Stop me if you've heard this one before: a bill to legalize mixed martial arts in New York passed through the State Senate today.
If you've been paying attention, you've actually heard that multiple times already. Yes, for the fifth straight year, the New York State Senate voted in favor of legalizing MMA. The vote in favor of the Bill No. S6502 was 44-16 on Tuesday in Albany, down from last year's vote of 47-14.
In order for the sport to be legalized in the New York, though, the bill must also pass through the Assembly. And therein lies the problem. For the past four years, Assembly Speaker Sheldon Silver has refused to even bring it up for a vote, and with the 2014 New York State Legislative session calendar coming to an end on June 19, time, once again, is ticking away.
"We once again thank the State Senate – Democrats and Republicans – for giving overwhelming approval to legislation to legalize and regulate MMA in New York State, the last place in North America where professional MMA remains illegal," UFC CEO Lorenzo Fertitta stated in a press release. Zuffa LLC, the parent company of the UFC, has lobbied in favor of the bill more so than any other MMA promoter.
"The attention turns yet again to the Assembly. Hopefully the Assembly will finally recognize that enacting this law is the right thing for the millions of fans, the right thing for ensuring the safety of amateur and professional MMA athletes, the right thing for tourism and economic development, the right thing for the arenas and the union jobs they provide.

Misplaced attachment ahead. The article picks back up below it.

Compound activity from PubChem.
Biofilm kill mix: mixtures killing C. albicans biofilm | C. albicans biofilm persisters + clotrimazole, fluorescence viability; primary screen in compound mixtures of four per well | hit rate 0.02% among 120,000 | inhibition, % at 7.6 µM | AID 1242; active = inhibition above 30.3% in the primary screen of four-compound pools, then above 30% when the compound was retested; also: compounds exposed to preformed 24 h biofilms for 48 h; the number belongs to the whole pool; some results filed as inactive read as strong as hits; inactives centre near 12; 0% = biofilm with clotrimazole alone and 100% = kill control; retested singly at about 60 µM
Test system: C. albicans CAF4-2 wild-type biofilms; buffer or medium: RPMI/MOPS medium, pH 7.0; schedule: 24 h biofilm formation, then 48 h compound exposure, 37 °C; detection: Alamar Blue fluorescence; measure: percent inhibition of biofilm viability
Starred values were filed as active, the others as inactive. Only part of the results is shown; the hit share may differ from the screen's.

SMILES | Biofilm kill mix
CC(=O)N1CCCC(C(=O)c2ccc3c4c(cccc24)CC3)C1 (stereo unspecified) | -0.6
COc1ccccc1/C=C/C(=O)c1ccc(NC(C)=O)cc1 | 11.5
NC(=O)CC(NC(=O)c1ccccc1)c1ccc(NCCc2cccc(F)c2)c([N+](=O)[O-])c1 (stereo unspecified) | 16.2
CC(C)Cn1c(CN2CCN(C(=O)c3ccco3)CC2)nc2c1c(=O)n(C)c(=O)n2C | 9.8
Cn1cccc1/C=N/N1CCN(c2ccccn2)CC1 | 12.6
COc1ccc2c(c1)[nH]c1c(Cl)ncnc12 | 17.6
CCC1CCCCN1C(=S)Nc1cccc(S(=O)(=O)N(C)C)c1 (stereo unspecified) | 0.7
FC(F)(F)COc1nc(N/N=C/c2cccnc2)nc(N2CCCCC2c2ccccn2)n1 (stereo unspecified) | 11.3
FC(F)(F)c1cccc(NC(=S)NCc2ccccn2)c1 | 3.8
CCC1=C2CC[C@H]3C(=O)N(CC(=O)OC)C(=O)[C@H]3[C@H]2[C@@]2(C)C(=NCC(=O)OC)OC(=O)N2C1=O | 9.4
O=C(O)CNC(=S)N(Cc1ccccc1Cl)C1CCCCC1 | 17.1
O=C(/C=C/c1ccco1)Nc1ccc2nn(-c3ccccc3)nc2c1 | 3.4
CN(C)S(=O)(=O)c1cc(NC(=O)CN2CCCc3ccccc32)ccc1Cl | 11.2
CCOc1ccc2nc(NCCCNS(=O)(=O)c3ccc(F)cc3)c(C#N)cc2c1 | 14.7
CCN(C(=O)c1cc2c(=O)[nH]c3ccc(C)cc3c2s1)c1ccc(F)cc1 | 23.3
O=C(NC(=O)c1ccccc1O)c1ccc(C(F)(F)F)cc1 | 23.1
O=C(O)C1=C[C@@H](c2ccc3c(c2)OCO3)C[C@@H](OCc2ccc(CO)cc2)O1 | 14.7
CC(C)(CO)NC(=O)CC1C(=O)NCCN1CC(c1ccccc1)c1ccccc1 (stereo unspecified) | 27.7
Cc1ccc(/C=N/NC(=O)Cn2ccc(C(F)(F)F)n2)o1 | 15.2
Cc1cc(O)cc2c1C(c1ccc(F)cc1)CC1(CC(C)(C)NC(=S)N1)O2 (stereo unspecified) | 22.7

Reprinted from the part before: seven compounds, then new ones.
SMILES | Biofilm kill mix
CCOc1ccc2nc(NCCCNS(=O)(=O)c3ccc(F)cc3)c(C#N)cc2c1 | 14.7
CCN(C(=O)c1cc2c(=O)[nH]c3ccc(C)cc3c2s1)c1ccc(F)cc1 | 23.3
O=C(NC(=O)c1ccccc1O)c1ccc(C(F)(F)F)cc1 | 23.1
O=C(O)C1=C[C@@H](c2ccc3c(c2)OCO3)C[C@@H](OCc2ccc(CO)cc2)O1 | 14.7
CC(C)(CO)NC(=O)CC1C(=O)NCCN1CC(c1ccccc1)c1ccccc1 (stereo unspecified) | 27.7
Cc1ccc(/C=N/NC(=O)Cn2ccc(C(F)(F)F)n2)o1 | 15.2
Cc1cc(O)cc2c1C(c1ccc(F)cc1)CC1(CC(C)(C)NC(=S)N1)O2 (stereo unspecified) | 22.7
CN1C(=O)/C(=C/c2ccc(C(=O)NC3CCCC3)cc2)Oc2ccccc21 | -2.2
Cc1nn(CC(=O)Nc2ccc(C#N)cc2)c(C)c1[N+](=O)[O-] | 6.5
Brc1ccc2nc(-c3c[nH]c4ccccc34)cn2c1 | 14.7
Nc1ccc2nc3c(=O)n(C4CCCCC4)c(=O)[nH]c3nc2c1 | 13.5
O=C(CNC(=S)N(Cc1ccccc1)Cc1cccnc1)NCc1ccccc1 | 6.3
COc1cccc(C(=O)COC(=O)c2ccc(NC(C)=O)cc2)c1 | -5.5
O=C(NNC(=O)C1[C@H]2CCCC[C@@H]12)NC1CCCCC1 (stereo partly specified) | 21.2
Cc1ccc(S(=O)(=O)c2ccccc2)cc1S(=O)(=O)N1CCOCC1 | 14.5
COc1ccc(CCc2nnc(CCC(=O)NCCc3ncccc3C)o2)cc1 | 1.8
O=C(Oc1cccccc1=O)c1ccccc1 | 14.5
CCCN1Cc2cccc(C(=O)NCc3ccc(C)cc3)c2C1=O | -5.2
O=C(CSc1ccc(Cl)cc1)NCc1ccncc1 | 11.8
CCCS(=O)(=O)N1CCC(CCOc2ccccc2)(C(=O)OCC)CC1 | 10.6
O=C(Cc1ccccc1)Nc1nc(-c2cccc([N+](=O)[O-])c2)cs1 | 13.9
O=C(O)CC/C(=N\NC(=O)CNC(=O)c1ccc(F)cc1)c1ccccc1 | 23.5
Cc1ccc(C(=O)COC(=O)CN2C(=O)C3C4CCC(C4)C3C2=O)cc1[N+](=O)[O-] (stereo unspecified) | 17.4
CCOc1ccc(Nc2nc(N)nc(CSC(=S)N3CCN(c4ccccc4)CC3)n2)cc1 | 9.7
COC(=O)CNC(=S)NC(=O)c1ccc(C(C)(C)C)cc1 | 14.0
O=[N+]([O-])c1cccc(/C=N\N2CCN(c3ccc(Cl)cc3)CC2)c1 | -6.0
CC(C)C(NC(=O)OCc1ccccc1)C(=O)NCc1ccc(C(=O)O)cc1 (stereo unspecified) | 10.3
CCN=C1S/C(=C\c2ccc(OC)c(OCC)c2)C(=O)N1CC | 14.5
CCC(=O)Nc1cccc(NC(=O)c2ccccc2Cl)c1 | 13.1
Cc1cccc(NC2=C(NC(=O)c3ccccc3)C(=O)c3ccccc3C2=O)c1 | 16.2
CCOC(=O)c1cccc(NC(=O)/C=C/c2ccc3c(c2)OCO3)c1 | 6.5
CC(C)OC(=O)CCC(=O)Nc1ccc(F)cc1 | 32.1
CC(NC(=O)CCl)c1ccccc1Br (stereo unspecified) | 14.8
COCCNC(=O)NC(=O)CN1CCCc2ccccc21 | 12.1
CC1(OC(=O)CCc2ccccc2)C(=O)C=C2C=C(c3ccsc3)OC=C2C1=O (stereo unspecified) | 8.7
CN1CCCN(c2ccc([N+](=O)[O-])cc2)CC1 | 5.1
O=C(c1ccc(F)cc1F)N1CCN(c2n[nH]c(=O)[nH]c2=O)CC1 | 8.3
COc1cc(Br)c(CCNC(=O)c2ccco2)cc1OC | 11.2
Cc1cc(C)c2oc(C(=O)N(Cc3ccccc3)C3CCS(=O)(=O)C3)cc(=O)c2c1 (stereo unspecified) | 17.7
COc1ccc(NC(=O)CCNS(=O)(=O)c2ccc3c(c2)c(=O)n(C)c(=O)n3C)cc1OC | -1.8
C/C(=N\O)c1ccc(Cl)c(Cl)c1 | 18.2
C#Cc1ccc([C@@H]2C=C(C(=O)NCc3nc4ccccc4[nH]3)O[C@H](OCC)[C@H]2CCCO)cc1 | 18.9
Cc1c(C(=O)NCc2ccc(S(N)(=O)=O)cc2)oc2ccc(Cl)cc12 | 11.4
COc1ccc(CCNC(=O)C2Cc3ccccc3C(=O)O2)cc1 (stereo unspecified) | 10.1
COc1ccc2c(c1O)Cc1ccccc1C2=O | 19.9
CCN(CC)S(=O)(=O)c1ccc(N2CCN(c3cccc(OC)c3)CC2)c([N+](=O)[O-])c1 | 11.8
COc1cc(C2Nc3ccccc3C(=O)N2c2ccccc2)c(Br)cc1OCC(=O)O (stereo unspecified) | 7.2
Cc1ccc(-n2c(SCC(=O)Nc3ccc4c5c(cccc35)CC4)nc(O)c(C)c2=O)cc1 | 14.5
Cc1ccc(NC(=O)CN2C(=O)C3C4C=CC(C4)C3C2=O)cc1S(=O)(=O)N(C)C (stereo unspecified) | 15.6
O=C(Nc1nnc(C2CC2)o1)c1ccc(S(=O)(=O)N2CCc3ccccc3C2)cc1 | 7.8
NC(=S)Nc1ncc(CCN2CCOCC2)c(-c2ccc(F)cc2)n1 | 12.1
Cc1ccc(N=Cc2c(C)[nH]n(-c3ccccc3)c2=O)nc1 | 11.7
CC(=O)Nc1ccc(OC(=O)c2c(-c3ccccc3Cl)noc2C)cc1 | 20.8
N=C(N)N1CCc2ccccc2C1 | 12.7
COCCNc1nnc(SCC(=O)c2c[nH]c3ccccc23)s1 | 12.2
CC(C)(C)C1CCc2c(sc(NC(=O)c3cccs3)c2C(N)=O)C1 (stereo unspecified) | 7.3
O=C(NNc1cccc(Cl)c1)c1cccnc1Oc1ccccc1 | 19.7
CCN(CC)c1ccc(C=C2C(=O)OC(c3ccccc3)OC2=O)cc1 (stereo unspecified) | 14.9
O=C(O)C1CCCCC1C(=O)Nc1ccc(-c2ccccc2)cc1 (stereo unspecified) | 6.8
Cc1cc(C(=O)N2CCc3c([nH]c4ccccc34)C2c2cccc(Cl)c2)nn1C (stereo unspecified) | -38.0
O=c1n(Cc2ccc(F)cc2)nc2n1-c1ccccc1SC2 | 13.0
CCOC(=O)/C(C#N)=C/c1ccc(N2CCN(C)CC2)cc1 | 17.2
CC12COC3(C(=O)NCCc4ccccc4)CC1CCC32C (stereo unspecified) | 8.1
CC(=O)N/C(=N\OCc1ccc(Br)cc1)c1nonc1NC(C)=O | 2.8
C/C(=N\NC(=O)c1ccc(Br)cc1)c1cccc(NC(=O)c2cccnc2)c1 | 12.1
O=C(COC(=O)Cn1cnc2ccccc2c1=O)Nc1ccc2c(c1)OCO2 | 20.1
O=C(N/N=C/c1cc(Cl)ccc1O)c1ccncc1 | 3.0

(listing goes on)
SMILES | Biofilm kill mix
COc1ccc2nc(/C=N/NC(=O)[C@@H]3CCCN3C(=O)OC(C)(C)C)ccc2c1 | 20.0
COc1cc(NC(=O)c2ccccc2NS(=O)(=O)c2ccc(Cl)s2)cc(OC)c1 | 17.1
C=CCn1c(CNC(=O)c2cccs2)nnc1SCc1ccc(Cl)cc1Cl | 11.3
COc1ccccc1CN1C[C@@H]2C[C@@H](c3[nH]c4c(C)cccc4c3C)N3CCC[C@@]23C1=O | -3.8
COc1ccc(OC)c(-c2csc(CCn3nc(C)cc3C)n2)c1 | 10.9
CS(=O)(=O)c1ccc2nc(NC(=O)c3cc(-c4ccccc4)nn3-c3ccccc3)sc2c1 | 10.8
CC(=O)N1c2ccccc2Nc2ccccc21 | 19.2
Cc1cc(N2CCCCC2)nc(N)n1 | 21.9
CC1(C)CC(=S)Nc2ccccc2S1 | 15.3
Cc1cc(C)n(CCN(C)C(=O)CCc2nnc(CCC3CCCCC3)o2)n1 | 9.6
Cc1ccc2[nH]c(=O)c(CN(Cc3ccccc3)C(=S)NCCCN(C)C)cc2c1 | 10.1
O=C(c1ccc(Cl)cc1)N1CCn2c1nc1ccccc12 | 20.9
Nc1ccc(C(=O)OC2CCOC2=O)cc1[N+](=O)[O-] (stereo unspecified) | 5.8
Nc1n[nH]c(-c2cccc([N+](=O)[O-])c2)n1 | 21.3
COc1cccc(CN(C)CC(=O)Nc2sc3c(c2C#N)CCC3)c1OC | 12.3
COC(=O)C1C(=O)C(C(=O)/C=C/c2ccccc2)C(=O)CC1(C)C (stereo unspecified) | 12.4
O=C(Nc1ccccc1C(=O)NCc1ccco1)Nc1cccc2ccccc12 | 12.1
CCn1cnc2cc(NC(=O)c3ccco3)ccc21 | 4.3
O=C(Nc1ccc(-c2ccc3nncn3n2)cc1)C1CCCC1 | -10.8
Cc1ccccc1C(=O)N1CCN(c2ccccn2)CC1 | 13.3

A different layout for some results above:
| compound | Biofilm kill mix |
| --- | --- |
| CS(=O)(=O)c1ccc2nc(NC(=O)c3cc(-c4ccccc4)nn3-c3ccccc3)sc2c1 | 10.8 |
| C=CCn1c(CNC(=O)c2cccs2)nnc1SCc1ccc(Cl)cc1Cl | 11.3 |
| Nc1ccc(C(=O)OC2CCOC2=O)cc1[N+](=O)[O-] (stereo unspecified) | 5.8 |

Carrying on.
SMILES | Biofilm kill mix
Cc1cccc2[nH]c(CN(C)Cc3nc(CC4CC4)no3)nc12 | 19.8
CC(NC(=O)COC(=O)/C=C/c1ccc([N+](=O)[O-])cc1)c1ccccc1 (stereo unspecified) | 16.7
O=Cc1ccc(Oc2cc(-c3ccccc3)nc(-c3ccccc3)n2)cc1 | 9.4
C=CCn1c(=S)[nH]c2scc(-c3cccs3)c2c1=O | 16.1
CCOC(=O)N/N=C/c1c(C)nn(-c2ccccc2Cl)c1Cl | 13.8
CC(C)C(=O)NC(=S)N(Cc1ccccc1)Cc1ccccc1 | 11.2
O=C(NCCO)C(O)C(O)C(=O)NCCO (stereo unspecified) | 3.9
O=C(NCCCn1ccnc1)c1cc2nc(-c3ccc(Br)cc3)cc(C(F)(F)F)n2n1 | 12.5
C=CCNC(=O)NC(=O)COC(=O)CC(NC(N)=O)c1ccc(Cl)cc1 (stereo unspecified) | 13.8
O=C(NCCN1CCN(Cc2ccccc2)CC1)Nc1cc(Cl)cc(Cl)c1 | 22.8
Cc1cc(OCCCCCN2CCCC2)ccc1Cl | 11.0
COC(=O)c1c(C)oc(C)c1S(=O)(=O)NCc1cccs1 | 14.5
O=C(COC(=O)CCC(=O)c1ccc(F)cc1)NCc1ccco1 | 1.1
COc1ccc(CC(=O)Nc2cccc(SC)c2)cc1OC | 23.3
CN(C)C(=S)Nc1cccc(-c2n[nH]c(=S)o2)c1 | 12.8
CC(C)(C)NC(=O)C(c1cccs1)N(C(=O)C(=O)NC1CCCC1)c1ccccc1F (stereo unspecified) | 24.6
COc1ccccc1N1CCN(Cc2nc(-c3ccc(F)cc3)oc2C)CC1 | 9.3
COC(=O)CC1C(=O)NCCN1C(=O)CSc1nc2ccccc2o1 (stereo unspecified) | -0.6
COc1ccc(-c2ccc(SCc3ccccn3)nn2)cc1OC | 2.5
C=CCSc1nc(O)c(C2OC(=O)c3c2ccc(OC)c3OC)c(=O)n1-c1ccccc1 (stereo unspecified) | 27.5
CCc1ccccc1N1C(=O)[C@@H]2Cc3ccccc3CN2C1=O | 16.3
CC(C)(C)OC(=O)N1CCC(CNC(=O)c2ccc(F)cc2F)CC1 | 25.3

"I have no choice but to be cautiously optimistic. Mr. Speaker, make 2014 the year this gets done."
While amateur MMA is legal, New York is the only state or province in North America where professional MMA is currently banned. Silver's unexplainable reluctance to bring the bill up for a vote has been tied to the Culinary Union of Nevada Local 226's ongoing battle with the Fertitta family to unionze its Station Casinos in Nevada. The Culinary Union's parent company, UNITE HERE, has been lobbying against the bill to legalize MMA for years.
"The speaker does not personally approve of MMA," Michael Whyland, press secretary to Silver, told the New York Daily News in November. "But ultimately it is up to the members and there simply has not been enough support in the Democrat conference to bring it to a vote."
Former New York Gov. George Pataki banned the sport in 1997. In November, Fertitta projected a $135 million in annual economic activity should the sport be sanctioned, as well as five yearly shows in New York state.